More than 53,000 Las Vegas hotel workers will vote this month on a potential strike

If Vegas hospitality workers went on strike, they would outnumber the L.A. hotel workers who have been on rolling strikes since July

The Las Vegas strip is home to more than a couple of dozen hotels, which could be affected by a possible strike if hospitality workers authorize one.

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More than 53,000 Las Vegas hospitality workers will vote Sept. 26 on whether to go on strike if no contract agreements are reached, two of their unions announced Thursday.

The Culinary Workers Union Local 226 and Bartenders Union Local 165, which are Nevada affiliates of the labor union Unite Here, represent hospitality workers in Las Vegas, including at most of the casino resorts in downtown Las Vegas and on the famous Las Vegas strip. The workers include hotel and casino housekeepers, cocktail and food servers, porters, bellhops, cooks and more.

The unions said they have had multiple rounds of negotiations with the top three Las Vegas hotel owners — MGM Resorts, Caesars Entertainment and Wynn Resorts — since contracts expired June 1, though some affected workers are employed by other hotels as well. Workers, unions and the hotels are now operating under a contract extension, which requires either side to give seven days’ notice if they feel negotiations are unsuccessful and, in the unions’ case, if a strike may be necessary, according to a spokesperson for the Culinary Workers Union.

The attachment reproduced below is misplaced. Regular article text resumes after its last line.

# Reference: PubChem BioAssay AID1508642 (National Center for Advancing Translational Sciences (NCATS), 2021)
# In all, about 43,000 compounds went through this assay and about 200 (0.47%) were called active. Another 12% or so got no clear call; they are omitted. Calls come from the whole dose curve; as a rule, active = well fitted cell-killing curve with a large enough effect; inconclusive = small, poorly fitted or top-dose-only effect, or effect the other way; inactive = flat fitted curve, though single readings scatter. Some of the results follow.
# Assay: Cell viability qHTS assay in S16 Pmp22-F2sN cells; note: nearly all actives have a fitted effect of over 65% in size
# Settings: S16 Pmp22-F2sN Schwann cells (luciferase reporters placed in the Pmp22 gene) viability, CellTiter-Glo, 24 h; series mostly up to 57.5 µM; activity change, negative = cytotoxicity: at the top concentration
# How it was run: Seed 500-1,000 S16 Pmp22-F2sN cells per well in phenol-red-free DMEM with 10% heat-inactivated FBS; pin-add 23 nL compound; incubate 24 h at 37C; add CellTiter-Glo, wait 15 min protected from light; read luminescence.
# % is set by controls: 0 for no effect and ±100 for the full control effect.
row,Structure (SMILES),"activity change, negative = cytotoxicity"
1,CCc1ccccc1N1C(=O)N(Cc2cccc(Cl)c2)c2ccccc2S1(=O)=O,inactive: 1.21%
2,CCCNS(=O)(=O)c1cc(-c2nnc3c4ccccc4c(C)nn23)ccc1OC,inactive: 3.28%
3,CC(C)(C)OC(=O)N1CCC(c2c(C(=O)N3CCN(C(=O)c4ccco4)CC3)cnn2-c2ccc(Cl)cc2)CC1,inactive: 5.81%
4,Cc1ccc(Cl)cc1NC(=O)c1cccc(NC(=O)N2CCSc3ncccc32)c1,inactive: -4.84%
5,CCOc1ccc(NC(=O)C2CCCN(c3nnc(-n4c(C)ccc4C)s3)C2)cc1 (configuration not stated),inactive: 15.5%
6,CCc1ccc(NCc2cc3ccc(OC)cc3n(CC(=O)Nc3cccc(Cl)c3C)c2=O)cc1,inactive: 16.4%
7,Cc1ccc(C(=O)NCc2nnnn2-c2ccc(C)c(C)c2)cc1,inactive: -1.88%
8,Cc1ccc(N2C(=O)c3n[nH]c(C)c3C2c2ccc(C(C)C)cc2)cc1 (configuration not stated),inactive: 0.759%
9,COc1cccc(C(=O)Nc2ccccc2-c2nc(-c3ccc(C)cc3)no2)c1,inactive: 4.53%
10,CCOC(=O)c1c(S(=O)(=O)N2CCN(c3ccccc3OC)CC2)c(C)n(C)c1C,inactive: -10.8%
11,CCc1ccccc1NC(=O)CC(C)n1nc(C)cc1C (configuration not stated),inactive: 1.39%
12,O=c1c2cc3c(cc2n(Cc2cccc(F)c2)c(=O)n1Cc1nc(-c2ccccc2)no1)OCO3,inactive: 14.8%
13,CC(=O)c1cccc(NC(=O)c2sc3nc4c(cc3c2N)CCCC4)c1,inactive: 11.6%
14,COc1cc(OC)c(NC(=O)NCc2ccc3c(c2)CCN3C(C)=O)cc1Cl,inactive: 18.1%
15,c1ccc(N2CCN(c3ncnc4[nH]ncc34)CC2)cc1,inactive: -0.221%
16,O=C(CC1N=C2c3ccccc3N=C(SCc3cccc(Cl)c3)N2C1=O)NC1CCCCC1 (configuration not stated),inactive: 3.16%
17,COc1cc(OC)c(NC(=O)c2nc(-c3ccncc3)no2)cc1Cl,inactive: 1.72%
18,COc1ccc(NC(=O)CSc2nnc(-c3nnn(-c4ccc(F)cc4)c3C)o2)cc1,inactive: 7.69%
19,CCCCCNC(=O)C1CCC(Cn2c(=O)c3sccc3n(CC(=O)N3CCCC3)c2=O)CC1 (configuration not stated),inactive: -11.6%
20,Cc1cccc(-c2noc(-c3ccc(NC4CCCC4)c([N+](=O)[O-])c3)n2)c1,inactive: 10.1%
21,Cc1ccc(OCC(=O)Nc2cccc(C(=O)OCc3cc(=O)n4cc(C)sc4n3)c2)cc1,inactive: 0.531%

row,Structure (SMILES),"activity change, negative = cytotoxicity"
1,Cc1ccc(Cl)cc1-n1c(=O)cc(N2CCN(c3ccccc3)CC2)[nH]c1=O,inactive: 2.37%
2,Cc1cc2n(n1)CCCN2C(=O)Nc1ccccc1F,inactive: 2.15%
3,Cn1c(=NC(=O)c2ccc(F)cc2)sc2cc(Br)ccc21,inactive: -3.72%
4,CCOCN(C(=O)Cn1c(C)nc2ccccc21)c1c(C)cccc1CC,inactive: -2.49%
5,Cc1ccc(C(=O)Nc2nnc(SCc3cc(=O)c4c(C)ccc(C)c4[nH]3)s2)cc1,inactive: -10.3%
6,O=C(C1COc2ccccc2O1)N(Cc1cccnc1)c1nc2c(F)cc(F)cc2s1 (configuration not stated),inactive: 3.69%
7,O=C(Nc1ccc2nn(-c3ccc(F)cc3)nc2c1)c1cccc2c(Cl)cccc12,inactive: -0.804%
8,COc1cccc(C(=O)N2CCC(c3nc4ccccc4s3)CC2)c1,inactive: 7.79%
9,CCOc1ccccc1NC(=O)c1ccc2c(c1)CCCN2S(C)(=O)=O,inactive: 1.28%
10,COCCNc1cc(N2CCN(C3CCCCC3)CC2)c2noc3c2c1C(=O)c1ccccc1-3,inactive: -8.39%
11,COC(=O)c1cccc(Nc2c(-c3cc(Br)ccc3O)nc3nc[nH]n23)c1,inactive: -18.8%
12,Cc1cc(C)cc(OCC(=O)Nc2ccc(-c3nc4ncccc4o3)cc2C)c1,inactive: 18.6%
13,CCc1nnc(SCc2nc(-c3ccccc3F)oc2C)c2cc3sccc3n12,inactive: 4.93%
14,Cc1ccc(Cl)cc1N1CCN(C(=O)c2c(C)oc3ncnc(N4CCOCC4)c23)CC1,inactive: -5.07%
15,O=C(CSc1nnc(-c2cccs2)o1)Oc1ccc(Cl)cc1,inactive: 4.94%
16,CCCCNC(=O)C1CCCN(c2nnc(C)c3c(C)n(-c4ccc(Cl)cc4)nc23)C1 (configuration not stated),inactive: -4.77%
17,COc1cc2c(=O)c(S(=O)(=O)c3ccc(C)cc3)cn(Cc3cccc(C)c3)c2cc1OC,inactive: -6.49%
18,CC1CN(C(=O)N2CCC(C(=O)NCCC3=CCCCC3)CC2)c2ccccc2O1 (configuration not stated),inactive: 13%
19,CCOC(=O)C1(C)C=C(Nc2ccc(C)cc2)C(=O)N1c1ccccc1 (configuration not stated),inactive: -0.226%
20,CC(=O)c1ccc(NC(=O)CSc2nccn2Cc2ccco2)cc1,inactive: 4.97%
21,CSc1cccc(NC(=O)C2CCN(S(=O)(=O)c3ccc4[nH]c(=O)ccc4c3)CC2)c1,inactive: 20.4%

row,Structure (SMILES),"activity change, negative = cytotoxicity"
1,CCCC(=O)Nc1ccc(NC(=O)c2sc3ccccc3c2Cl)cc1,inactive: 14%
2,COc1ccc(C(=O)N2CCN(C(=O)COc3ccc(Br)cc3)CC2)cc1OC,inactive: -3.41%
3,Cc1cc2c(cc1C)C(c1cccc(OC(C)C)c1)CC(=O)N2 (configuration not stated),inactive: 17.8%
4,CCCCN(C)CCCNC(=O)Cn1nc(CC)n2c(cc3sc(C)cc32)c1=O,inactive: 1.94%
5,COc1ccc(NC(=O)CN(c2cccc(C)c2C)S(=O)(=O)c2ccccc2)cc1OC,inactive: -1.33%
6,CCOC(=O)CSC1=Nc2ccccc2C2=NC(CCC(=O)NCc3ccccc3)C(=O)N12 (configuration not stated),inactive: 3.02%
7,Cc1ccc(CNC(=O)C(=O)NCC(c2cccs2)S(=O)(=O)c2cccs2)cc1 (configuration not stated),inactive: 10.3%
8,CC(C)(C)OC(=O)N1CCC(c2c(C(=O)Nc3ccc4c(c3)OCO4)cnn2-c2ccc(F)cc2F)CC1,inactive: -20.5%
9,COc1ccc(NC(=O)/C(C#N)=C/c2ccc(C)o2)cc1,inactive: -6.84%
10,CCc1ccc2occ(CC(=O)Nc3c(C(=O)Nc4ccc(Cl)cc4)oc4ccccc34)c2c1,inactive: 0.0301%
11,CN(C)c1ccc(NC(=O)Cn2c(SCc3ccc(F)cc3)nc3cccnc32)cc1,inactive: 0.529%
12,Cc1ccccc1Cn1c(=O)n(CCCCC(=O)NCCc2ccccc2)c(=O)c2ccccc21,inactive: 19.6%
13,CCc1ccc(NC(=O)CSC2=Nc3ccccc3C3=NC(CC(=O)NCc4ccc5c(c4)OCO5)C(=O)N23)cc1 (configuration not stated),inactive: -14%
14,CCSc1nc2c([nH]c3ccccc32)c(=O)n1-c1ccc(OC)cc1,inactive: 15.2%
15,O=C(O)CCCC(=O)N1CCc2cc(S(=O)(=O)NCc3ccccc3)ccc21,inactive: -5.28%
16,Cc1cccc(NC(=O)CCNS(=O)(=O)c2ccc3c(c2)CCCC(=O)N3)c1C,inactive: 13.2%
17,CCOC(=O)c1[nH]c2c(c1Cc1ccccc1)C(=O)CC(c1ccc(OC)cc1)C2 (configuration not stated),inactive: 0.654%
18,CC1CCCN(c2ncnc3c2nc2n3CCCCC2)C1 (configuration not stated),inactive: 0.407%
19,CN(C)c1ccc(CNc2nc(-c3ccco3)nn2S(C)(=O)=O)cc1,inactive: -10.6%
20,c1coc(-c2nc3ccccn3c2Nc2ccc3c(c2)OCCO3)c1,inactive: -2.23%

“We are negotiating for the best contract ever in the Culinary Union’s history to ensure that one job is enough,” Ted Pappageorge, the secretary-treasurer for the Culinary Workers Union, said in a statement. “Companies are generating record profits and we demand that workers aren’t left behind and have a fair share of that success.”

MGM MGM, -0.16% and Wynn WYNN, -1.43% last month reported quarterly financial results that beat analysts’ expectations, while Caesars CZR, -0.69% swung to a profit in the second quarter compared with a loss during the same quarter a year earlier.

Pappageorge said the union is concerned about issues including wages, benefits, workload reductions, technology protections, safety, the right to strike and bringing more workers back to work. The union has complained that hotels have retained pandemic-era practices, which have meant reduced staffing in some areas, such as housekeeping.

From the archives (May 2023): Hotel housekeeping jobs have fallen by 102,000 during the pandemic. What happened?

The unions, which are trying to reach an agreement for new five-year contracts, have not made their exact wage proposals public.

MGM and Caesars did not immediately return requests for comment Thursday, and neither did the Las Vegas Hospitality Association. A spokesperson for Wynn said the company would have no comment.

The unions have not set a strike deadline. If the Las Vegas hospitality workers go on strike, they would outnumber the 15,000 hotel workers who have been on rolling strikes in Los Angeles since July.

See: Violent clashes are marring a summer of labor solidarity. Here’s what happened at a wedding.

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